Wednesday, July 25, 2012

An Outsiders View of Agile Software Development - Part One

Happy to publish this guest post. 

imageJoe Woods is one of the top SEO and Internet Marketing Specialists in the Southeast US and has worked with Agile and Scrum since 2007. Joe currently works with Version One and many of the industry’s leading Agile coaches to help IT teams and practitioners evangelize the many different process from Agile, Scrum, XP and Kanban.

This is my view of the agile software development process from an outsider’s perspective. Now I’m no agile expert, far from it actually. I was always told that we’re an agile shop or that we use waterfall (cringe). Ok, that’s fair enough. All that meant to me was that we do releases every couple weeks or weekly and I have to go to a bunch of team meetings. I also would have to write these things called stories and they couldn’t be too broad and being too narrow meant I missed some functionality. It always seems to be the case that the last place I worked did it wrong, so I always had to learn another way to write a story, how to assign points, and what I had to do to accept or reject a story. Not a big deal once you learn what’s expected.
Now, I’ve been in the internet marketing space for about 10 years now and have had the opportunity to work for many different companies from small start-ups to Fortune 100’s. I’ve had to wear many different hats in this time. Sometimes I was the marketing jack-of-all trades, other times I was the SEO guy, and more recently the consultant/project manager/product manager, slash this or that. Basically, I’ve always been a stakeholder in agile terms. I’ve worked in agile shops, waterfall shops and shops where there is no process. My job success has always been measured by how far I can take the business from points A, B, C and D. It’s vitally important that I get some quick wins starting out to prove my worth and then continue to move the ball or move the needle or get to the next level. Speed and buy-in are always a factor, results are a must, and time is of the essence.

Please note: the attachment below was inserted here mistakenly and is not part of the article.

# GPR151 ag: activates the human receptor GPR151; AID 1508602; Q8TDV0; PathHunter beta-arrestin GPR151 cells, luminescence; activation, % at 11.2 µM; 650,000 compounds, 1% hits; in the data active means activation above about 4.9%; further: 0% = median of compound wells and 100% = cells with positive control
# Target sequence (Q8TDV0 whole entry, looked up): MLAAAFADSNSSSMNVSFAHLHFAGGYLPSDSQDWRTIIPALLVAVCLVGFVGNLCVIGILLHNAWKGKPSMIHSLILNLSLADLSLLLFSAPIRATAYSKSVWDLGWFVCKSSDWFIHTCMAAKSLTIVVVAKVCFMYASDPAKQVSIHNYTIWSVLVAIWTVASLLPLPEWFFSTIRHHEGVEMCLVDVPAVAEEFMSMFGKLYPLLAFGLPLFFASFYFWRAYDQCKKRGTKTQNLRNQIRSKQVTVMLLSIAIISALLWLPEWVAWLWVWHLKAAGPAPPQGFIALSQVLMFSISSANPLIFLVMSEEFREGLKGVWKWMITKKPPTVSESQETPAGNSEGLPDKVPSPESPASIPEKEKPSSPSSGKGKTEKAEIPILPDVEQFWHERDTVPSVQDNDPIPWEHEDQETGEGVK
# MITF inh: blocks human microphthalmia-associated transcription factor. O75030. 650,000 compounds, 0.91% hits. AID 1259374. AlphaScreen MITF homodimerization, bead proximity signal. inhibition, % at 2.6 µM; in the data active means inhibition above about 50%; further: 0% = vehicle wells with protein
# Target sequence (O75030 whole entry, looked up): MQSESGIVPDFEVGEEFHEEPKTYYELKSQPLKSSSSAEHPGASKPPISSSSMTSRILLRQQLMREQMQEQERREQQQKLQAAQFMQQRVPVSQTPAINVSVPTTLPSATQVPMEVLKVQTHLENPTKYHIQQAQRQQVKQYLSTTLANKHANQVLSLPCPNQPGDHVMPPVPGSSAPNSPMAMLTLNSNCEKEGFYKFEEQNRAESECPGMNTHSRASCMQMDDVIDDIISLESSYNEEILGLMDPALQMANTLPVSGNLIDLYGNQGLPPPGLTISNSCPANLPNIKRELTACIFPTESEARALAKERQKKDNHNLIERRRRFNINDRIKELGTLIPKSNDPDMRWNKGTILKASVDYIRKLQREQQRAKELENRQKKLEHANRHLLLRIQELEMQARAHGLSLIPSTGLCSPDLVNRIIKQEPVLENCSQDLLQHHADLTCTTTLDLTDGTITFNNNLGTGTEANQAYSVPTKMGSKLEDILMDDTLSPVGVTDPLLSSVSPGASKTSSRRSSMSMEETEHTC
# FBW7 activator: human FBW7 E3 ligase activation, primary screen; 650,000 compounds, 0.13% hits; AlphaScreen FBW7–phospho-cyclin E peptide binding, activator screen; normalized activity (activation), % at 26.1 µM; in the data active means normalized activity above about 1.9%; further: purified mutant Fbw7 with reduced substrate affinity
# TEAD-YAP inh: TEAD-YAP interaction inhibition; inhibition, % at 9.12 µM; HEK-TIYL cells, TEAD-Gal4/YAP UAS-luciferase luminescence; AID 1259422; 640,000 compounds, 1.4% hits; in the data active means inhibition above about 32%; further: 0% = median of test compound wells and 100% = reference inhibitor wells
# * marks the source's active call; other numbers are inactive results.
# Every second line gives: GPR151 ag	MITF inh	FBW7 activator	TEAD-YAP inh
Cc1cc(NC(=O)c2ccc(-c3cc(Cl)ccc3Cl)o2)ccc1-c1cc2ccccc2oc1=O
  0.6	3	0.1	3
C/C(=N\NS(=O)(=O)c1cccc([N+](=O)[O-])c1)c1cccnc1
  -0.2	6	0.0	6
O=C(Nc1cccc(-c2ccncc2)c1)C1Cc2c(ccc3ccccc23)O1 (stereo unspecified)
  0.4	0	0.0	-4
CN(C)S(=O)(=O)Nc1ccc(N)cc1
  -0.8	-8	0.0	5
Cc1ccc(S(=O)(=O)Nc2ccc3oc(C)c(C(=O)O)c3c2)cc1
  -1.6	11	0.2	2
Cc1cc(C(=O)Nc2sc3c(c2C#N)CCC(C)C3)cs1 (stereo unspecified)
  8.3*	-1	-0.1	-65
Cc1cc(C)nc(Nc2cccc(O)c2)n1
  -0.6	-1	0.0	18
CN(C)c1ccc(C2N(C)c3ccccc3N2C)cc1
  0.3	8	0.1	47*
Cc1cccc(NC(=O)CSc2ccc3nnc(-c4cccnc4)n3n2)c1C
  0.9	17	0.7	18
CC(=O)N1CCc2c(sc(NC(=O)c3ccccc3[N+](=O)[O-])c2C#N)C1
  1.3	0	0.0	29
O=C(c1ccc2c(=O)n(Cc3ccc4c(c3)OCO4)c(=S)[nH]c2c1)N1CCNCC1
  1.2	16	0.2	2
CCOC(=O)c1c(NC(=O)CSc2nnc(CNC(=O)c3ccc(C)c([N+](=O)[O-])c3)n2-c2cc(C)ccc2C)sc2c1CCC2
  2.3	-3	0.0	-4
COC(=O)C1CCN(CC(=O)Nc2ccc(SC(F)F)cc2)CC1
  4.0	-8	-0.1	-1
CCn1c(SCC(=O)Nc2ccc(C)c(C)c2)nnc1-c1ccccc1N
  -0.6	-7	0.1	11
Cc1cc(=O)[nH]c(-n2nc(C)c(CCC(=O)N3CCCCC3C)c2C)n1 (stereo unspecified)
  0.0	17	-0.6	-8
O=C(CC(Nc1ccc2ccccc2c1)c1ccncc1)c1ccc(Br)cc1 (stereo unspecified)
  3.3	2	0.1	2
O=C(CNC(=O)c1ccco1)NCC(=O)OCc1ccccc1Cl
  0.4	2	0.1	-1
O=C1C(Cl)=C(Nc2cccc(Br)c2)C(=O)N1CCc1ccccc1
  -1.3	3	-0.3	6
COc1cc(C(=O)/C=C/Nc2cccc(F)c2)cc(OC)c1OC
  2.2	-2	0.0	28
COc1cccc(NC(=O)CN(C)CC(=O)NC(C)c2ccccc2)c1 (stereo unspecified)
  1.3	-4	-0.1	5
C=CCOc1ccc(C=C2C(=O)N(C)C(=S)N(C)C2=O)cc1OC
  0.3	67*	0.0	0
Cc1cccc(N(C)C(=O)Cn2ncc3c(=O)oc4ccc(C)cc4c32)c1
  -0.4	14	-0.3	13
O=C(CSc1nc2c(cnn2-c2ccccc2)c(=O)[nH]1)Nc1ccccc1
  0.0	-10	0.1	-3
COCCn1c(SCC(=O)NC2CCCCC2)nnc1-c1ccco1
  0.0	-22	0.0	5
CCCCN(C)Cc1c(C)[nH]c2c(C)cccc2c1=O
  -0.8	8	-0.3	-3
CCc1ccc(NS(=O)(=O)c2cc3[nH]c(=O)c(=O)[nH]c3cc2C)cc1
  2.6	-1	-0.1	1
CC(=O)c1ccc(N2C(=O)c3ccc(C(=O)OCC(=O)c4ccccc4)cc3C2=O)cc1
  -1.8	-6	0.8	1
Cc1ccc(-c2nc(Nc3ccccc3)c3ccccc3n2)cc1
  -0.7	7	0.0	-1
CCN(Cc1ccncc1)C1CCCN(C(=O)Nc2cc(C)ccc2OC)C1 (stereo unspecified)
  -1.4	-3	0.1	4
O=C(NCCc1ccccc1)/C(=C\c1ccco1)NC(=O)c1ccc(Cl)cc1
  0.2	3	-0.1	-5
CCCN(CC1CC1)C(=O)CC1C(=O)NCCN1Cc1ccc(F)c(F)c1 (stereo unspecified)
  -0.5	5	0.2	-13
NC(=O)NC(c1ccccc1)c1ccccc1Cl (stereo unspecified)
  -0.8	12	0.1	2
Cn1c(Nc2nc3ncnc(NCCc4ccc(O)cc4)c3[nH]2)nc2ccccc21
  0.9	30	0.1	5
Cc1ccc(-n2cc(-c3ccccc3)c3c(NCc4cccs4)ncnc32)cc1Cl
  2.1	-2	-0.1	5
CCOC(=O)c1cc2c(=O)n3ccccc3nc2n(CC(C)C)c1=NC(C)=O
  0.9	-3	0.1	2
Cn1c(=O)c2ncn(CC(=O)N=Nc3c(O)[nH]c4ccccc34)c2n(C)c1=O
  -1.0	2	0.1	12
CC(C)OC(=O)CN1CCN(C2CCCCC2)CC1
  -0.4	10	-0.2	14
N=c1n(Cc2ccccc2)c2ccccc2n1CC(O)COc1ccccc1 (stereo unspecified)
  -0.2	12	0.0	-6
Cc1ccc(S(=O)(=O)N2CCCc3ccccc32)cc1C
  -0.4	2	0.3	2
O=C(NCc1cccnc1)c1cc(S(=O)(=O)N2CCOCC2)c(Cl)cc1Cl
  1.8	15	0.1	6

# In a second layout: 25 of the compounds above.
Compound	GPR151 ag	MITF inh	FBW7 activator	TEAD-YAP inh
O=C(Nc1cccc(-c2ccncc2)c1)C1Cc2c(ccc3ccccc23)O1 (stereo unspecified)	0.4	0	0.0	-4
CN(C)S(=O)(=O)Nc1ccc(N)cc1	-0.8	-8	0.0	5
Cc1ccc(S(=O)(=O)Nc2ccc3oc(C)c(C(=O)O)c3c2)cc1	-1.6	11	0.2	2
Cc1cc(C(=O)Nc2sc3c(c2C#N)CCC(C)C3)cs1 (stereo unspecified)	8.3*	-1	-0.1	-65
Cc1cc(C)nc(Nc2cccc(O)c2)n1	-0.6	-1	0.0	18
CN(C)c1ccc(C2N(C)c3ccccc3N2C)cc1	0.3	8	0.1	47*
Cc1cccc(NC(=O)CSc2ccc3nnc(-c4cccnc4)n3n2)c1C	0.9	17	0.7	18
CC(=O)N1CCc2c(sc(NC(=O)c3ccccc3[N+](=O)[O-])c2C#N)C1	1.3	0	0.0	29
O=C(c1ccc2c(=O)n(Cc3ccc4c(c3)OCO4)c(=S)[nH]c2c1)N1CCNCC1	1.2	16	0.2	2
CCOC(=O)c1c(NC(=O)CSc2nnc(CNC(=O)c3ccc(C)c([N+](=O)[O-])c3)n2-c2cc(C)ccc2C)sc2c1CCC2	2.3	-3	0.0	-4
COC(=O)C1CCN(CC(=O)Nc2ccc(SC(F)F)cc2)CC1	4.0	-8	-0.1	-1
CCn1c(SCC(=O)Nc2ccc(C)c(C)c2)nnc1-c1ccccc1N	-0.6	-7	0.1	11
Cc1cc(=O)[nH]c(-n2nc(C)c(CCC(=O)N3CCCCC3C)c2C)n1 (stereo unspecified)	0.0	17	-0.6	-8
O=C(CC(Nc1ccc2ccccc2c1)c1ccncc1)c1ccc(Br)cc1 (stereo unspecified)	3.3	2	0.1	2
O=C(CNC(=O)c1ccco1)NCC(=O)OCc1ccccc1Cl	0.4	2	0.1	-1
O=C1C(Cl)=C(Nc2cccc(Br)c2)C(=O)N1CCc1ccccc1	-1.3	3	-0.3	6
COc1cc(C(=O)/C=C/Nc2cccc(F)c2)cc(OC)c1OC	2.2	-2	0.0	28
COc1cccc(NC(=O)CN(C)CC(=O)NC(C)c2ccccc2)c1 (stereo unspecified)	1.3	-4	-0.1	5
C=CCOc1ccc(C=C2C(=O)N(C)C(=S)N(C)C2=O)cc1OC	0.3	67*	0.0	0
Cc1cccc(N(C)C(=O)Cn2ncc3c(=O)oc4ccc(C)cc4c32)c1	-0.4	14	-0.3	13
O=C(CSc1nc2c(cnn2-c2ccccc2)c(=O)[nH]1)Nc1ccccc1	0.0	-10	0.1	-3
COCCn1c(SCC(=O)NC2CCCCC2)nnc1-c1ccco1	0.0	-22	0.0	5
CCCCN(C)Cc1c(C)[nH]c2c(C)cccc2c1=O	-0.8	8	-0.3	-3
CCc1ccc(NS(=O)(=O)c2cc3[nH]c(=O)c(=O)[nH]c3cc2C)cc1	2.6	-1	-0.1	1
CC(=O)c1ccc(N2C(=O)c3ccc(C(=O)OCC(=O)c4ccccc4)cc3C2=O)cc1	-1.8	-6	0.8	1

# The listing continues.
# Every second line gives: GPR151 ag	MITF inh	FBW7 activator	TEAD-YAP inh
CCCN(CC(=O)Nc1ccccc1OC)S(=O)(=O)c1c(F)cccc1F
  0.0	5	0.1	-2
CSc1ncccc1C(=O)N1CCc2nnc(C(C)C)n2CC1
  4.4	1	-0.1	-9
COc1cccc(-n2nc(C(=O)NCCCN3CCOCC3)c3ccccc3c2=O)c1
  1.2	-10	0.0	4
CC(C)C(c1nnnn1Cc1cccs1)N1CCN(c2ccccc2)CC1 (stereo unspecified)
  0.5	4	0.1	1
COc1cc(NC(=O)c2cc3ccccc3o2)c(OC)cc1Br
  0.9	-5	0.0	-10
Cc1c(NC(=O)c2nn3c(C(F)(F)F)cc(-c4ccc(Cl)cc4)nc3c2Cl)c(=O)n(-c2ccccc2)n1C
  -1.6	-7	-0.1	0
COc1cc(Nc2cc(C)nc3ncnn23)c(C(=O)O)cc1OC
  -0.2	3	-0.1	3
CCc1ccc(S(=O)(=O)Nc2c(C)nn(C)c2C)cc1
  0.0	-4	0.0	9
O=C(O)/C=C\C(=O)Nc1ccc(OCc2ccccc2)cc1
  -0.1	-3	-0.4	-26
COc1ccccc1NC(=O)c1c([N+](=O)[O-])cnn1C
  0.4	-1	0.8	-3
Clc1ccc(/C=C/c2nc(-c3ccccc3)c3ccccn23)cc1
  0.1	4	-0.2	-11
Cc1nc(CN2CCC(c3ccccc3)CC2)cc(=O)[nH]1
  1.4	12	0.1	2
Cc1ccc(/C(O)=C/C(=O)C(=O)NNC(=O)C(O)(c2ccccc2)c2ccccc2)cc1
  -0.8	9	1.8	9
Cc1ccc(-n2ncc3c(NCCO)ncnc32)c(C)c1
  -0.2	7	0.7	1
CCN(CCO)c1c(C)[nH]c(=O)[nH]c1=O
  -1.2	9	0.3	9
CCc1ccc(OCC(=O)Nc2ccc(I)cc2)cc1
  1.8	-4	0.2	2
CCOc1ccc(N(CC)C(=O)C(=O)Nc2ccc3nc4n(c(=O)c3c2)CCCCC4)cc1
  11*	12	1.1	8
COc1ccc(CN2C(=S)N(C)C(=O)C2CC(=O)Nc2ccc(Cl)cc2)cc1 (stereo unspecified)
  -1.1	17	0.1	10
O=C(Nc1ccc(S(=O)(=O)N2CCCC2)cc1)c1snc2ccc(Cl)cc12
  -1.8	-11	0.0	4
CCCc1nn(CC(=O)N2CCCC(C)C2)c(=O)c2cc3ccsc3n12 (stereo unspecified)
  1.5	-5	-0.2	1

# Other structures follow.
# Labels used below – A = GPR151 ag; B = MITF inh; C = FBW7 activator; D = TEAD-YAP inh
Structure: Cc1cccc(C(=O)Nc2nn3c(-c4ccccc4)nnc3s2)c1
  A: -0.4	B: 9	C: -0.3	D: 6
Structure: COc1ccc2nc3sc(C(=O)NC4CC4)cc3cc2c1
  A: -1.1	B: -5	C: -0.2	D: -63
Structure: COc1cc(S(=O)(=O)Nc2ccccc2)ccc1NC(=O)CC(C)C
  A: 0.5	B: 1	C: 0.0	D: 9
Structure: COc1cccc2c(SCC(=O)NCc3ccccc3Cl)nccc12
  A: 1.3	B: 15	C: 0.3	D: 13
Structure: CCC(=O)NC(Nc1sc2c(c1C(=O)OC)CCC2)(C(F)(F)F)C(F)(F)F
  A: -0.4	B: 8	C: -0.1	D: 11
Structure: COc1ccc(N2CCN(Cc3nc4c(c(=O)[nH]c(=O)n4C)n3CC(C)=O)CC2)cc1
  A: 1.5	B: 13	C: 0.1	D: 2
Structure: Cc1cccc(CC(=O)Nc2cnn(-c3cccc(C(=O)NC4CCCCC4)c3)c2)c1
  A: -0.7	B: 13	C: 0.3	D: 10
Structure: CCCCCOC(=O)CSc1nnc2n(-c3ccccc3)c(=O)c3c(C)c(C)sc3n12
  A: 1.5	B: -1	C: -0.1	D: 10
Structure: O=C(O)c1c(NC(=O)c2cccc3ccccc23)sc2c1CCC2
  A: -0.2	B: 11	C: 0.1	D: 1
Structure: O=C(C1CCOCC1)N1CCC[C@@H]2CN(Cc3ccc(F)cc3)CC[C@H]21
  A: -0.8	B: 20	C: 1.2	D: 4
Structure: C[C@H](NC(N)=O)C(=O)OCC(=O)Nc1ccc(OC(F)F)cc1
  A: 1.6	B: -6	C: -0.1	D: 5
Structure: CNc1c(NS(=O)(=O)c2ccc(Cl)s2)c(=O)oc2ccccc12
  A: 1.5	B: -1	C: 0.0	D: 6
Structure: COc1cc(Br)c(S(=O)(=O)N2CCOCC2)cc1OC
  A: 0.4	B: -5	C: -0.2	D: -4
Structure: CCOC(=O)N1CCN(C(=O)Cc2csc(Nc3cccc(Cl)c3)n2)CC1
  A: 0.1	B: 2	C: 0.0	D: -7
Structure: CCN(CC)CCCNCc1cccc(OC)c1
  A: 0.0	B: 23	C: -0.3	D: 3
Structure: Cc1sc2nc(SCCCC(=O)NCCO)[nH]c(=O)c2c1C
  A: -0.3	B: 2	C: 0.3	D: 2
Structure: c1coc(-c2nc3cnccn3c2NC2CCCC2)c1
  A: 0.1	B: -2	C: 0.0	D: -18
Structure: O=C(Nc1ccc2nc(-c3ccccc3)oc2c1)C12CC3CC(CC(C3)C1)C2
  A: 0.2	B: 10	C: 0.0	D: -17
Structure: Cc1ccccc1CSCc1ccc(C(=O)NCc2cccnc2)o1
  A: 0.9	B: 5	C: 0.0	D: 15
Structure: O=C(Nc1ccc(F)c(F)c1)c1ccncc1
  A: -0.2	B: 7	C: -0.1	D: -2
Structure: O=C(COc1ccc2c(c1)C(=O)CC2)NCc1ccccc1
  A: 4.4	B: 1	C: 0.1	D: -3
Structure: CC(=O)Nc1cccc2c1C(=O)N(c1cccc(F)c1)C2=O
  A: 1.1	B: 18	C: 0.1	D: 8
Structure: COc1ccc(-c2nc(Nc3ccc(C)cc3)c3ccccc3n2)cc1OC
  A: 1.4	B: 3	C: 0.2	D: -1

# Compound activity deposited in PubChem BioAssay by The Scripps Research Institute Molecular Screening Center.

Waterfall versus Agile
Working in a waterfall shop usually meant that I had to spell out all requirements for a typical request, bug, or functionality in great detail. All requirements had to be included and every detail accounted for. I find breaking it down to a very basic level seems to work best here without insulting anyone. Drawing a picture and placing arrows seem to work best to get the point across. Then everything had to go through a vetting process and get signed off multiple times. Waterfall releases were always planned months in advance and pretty much set in stone. This meant that if I started with a company right at the beginning of the new cycle, which always seemed to be the case, then I had months of waiting to get anything done. Even the simplest change took an act of God to make happen, if it were to happen mid-cycle or in the next release. Well, that’s never a good thing as mentioned above and I always knew it was a matter of time before I was gone. Later, I would watch my requests get worked in and the site become successful as a result. This is more of an issue with impatient management and managing expectations on my part than the process itself, but I think it points out the inefficiencies with Waterfall project management.